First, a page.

Purpose To determine the effects of diagnostic mydriasis using 1% tropicamide and 2.5% phenylephrine on the intraocular pressure of patients attending the Eye Clinic of University of Port Harcourt Teaching Hospital.
Methods This was an interventional ‘within-patient’ comparative hospital-based study conducted over 3 months, in which the right eyes of 137 subjects requiring diagnostic mydriasis received 1% tropicamide and 2.5% phenylephrine. The left eyes served as control.
Results There were 137 study participants: 86 males (62.8%) and 51 females (37.2%). The mean age of participants was 44.87±15.94 years. The baseline IOPs were 12.34±3mmHg for the Right Eye (RE) and 12.09±2.64mmHg for the Left Eye (LE). The mean post dilatation IOP at 30, 45, 60, 90 and 120 minutes in the RE were higher than baseline. The maximum mean post dilatation IOP in the RE was 13.75±2.99mmHg and this occurred at 45 minutes. In the control undilated LE, the mean post dilatation IOPs were lower than baseline at all the follow up periods except at 45 minutes where it was slightly higher (12.11±2.87mmHg). These differences in mean IOP change were statistically significant (p<0.05). At all the follow-up periods, 8.8%-14.6% of participant’s right eyes had large IOP elevations (>5mmHg but <10mmHg). Multiple linear regression analysis showed that pre dilatation IOPs were positively correlated to post dilatation IOPs.
Conclusion There is need to recheck IOP post dilatation preferably at 45 minutes in all patients who have had diagnostic mydriasis to prevent damage to the optic nerve. Diagnostic mydriasis could safely be done using small concentrations of tropicamide and phenylephrine.
Diagnostic mydriasis; Intraocular pressure; Mydriasis; Phenylephrine; Tropicamide
Intraocular Pressure (IOP) is the tissue pressure within the eye which is determined by the balance between aqueous humor production and outflow, which under normal circumstances is nearly equal. The normal distribution of IOP within the general population is 11-21mmHg . Intraocular pressure can be affected by a range of factors like time of the day, heartbeat, respiration, exercise, fluid intake, posture, blinking, eye movements, valsalva manoeuvres and medications; including those used for pupillary dilatation [2-4]. Racial differences in the effects of diagnostic mydriasis on IOP have been suspected to exist. Asians have been thought to have a higher risk of developing angle closure following diagnostic mydriasis however, this has not been proven conclusively [5,6].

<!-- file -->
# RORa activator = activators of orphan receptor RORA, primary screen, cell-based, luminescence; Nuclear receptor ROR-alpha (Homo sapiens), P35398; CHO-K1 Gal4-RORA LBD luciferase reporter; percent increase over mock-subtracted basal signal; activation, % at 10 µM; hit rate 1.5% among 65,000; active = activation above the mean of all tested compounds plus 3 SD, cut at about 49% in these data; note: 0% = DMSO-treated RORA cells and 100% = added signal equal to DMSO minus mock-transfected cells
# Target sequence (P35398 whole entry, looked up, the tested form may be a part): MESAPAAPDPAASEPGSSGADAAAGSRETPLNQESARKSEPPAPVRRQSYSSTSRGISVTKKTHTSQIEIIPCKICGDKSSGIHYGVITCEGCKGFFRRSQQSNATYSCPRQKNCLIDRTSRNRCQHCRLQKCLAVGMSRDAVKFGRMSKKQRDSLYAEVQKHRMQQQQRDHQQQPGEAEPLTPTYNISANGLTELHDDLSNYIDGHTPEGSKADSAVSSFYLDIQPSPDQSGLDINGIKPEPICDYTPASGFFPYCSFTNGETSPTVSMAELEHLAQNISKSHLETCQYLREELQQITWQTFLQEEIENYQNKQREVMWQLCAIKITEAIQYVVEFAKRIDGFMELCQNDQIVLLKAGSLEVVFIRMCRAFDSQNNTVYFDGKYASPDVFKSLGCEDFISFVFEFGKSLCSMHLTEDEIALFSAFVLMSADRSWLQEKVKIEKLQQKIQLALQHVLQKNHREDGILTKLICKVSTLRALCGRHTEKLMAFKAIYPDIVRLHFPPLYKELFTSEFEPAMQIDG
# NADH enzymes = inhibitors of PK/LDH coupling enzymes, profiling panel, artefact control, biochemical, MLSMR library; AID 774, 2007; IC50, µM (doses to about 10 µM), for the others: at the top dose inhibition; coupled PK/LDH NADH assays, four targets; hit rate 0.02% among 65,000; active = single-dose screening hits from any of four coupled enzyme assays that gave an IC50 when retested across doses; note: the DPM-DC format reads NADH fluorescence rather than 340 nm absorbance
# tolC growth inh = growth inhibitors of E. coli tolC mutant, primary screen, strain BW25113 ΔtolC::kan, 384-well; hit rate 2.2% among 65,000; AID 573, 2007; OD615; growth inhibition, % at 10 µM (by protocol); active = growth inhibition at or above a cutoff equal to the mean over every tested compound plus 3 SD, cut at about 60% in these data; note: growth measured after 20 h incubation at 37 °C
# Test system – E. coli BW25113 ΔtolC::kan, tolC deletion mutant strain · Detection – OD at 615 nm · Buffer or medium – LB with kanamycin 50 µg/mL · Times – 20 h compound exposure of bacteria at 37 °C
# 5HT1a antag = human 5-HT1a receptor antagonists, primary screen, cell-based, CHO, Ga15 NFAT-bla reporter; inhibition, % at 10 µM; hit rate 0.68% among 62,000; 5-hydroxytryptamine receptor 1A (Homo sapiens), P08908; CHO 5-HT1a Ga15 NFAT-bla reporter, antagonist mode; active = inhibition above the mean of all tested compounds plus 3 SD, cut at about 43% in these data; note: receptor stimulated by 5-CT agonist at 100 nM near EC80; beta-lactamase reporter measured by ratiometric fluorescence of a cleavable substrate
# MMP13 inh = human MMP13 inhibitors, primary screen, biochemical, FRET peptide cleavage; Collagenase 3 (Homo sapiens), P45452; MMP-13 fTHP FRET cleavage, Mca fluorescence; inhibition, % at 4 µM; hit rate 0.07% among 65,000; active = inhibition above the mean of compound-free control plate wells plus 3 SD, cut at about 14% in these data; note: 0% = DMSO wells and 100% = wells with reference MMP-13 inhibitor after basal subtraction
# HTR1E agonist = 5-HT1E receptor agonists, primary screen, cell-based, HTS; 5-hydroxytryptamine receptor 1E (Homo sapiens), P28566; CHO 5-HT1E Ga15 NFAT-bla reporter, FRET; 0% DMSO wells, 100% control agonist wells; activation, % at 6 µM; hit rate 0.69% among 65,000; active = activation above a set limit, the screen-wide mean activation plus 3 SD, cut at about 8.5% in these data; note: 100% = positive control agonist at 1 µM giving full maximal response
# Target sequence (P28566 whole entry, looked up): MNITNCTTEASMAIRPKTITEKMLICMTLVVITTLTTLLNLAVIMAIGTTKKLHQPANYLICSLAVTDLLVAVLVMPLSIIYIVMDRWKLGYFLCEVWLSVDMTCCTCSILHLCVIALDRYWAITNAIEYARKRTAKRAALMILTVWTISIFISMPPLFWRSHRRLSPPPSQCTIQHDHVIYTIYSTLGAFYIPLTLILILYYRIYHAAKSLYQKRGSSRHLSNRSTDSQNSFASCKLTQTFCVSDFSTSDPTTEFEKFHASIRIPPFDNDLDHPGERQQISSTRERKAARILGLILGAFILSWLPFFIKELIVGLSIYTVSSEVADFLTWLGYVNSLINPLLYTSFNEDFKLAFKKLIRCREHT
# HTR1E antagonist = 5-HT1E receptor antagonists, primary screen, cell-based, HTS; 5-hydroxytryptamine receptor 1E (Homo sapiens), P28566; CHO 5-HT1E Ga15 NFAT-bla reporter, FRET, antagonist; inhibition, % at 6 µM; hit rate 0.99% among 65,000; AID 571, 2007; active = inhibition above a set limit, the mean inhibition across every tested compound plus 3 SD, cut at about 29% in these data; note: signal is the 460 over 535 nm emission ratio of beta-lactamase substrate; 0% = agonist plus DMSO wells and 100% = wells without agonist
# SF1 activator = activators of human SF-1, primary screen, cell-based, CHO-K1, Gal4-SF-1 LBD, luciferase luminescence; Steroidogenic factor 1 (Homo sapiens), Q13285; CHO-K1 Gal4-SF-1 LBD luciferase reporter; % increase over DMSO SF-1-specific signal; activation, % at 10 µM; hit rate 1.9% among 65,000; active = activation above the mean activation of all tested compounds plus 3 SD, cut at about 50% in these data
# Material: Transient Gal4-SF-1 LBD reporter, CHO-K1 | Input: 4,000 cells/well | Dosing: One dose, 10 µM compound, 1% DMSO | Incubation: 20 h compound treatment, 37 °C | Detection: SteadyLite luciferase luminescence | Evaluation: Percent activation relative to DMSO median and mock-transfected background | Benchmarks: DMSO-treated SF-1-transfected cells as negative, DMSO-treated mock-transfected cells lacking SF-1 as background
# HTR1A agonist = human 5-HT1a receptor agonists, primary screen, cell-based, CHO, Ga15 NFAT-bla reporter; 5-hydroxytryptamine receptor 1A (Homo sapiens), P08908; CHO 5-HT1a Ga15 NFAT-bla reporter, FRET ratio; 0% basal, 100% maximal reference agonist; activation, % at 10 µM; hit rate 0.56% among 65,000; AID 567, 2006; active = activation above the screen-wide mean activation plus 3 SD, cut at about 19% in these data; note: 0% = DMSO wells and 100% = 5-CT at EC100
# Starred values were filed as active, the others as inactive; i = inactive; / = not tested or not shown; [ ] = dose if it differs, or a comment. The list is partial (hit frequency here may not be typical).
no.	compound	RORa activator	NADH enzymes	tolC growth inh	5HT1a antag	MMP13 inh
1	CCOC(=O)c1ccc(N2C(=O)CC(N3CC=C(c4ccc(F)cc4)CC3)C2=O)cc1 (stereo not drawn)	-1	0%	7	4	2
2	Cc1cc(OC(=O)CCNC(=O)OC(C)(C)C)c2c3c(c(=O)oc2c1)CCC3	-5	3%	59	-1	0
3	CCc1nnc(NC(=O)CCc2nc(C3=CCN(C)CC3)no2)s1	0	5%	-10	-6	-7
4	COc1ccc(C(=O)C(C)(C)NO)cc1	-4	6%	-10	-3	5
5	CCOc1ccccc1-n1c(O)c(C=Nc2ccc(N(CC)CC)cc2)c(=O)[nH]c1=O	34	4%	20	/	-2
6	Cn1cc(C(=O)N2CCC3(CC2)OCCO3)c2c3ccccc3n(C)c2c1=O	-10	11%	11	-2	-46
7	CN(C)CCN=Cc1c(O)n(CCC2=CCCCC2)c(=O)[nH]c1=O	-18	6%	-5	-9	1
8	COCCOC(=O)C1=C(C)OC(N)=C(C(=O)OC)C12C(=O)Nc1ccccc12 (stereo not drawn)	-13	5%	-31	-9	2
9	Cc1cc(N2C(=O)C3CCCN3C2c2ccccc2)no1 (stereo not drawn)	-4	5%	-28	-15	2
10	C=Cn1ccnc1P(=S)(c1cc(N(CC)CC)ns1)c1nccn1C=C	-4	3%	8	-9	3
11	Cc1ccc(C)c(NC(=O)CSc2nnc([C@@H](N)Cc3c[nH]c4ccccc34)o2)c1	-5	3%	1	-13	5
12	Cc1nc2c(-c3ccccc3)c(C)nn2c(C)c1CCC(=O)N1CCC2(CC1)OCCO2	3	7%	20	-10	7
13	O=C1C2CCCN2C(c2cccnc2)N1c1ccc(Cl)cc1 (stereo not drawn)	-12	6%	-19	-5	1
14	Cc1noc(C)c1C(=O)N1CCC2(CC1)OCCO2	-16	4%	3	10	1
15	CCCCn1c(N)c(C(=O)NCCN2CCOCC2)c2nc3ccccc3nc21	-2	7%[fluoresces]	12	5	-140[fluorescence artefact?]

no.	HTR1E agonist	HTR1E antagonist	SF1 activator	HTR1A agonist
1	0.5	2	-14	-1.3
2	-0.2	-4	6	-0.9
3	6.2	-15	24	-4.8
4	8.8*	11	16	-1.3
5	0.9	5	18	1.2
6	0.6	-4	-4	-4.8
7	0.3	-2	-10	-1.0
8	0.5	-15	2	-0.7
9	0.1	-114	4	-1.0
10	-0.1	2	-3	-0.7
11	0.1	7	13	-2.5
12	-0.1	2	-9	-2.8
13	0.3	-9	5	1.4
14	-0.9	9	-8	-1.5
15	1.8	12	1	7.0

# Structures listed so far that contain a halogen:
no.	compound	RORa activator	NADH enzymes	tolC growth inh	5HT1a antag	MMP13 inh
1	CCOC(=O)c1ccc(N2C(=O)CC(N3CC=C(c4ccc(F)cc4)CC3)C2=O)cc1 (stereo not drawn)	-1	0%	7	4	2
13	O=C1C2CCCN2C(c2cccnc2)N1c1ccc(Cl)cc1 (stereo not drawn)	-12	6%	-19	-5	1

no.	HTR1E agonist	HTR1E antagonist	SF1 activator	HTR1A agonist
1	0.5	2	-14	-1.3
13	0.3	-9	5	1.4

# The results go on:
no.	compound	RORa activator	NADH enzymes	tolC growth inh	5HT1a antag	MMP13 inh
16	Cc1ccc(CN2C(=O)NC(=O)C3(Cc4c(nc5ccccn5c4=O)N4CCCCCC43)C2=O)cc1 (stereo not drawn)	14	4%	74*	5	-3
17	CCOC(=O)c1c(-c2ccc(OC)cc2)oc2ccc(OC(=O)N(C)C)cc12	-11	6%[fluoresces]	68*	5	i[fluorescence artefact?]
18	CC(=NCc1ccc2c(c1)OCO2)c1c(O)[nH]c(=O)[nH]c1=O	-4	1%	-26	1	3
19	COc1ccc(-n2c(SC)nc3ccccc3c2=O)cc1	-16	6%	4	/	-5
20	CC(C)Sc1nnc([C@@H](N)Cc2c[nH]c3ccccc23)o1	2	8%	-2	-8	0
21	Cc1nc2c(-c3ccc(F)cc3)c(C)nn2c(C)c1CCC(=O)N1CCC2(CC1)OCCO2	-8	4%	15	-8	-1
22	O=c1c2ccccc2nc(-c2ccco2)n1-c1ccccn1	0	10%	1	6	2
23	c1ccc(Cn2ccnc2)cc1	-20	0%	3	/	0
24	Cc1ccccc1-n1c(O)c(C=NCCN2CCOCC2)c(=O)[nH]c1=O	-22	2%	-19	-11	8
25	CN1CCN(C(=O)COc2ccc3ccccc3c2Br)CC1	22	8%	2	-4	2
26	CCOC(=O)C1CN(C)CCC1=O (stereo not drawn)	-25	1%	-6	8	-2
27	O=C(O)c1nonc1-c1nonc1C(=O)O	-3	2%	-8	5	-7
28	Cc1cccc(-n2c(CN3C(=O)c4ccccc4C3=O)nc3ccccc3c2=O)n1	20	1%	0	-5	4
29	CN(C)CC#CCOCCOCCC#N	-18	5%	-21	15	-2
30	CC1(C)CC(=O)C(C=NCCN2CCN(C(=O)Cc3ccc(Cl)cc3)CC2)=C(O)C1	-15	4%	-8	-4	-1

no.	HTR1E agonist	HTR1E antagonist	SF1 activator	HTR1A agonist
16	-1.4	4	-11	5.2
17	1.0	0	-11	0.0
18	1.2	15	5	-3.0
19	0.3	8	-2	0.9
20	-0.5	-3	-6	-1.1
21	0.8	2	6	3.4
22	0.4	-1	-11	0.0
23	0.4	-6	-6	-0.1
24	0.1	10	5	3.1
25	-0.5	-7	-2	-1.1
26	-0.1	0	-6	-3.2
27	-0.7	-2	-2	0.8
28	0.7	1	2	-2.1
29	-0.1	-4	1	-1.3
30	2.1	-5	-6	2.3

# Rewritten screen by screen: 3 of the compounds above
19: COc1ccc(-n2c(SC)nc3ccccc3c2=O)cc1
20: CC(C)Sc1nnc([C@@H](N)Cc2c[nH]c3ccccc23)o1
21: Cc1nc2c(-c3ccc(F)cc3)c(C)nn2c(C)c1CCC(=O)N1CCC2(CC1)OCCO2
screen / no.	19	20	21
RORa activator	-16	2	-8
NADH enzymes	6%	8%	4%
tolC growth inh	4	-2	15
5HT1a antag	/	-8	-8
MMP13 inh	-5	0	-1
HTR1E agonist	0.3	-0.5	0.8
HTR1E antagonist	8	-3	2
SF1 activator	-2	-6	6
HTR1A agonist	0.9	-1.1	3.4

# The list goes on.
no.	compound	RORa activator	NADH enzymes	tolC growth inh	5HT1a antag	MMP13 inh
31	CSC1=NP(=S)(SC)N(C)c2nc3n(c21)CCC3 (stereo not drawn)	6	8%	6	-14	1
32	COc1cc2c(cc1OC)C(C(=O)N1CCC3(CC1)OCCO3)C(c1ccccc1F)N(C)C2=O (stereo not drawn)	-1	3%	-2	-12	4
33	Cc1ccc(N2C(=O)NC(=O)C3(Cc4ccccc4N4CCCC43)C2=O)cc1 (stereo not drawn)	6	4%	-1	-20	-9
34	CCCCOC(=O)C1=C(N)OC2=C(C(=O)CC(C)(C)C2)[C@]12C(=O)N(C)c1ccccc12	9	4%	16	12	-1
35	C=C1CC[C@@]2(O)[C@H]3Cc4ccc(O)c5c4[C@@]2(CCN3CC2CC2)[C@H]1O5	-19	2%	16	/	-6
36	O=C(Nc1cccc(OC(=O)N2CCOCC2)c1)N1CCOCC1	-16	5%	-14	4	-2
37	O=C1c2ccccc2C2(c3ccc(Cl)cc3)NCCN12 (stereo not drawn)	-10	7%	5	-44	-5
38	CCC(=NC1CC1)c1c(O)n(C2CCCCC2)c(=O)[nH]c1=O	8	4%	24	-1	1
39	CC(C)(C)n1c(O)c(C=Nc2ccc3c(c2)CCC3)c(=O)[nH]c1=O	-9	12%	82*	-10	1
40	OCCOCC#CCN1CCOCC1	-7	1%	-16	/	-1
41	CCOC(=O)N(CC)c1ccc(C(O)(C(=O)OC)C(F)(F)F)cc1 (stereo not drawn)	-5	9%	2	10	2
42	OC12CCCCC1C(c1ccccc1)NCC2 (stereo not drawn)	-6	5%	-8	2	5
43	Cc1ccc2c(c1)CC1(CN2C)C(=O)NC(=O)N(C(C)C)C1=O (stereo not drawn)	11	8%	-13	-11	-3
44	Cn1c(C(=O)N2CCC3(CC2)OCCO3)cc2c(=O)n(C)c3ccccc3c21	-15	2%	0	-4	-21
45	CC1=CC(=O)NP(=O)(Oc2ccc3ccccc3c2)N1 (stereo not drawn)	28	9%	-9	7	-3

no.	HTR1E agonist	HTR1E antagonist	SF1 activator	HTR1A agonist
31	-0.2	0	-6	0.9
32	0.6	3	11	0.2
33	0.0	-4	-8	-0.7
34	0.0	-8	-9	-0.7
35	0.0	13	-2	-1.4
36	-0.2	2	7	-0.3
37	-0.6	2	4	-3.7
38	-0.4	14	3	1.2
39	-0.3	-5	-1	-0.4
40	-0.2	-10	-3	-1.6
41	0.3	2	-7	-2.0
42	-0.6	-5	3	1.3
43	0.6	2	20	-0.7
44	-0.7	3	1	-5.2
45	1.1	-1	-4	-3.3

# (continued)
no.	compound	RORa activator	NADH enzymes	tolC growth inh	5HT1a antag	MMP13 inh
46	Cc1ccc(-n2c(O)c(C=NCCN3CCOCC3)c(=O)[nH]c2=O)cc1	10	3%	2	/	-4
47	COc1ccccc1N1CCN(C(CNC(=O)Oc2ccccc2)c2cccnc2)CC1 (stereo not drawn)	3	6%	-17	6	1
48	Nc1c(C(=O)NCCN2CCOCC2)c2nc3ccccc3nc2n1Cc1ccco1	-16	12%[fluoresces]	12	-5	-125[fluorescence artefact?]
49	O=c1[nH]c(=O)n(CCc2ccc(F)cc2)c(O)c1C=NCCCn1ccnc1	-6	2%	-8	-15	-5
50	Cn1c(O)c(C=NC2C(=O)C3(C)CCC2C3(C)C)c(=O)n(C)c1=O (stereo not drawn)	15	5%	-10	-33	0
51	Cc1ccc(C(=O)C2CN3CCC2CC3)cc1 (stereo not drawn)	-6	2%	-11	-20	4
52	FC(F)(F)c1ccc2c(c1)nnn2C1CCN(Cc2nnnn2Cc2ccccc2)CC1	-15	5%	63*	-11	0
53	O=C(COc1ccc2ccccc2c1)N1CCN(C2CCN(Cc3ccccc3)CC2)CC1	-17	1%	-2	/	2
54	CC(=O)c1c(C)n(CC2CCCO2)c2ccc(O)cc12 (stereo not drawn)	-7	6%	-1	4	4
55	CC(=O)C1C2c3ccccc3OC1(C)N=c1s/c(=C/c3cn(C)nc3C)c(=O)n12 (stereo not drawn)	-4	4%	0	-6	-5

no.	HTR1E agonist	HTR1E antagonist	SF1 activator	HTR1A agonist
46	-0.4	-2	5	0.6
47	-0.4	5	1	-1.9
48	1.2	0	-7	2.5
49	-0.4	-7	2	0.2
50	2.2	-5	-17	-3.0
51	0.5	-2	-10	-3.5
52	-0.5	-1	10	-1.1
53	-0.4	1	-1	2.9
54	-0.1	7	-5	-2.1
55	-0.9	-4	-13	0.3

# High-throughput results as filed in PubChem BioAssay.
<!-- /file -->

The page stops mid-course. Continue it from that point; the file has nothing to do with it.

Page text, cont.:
Pupillary dilatation (mydriasis) is routinely done for ophthalmological examinations to aid diagnosis (diagnostic mydriasis), treatment and follow up of a wide range of ocular disorders. It facilitates the examination of the peripheral lens, ciliary body, and retina producing better diagnostic and therapeutic outcomes compared to the natural undilated pupil [7-9]. It is also used in the treatment of iritis by preventing the formation of posterior synechia and relieving pain caused by ciliary spasm .
Diagnostic mydriasis is usually achieved by the use of mydriatics which are either parasympatholytics or sympathomimetic agents. The parasympatholytics cause pupillary dilatation and accommodation paralysis. The sympathomimetics potentiate or mimic the action of adrenaline by stimulating the dilator pupillae muscle. Examples of parasympatholytics include atropine, homatropine, cyclopentolate and tropicamide. Examples of sympathomimetics include phenylephrine, ephedrine and hydroxyamphetamine .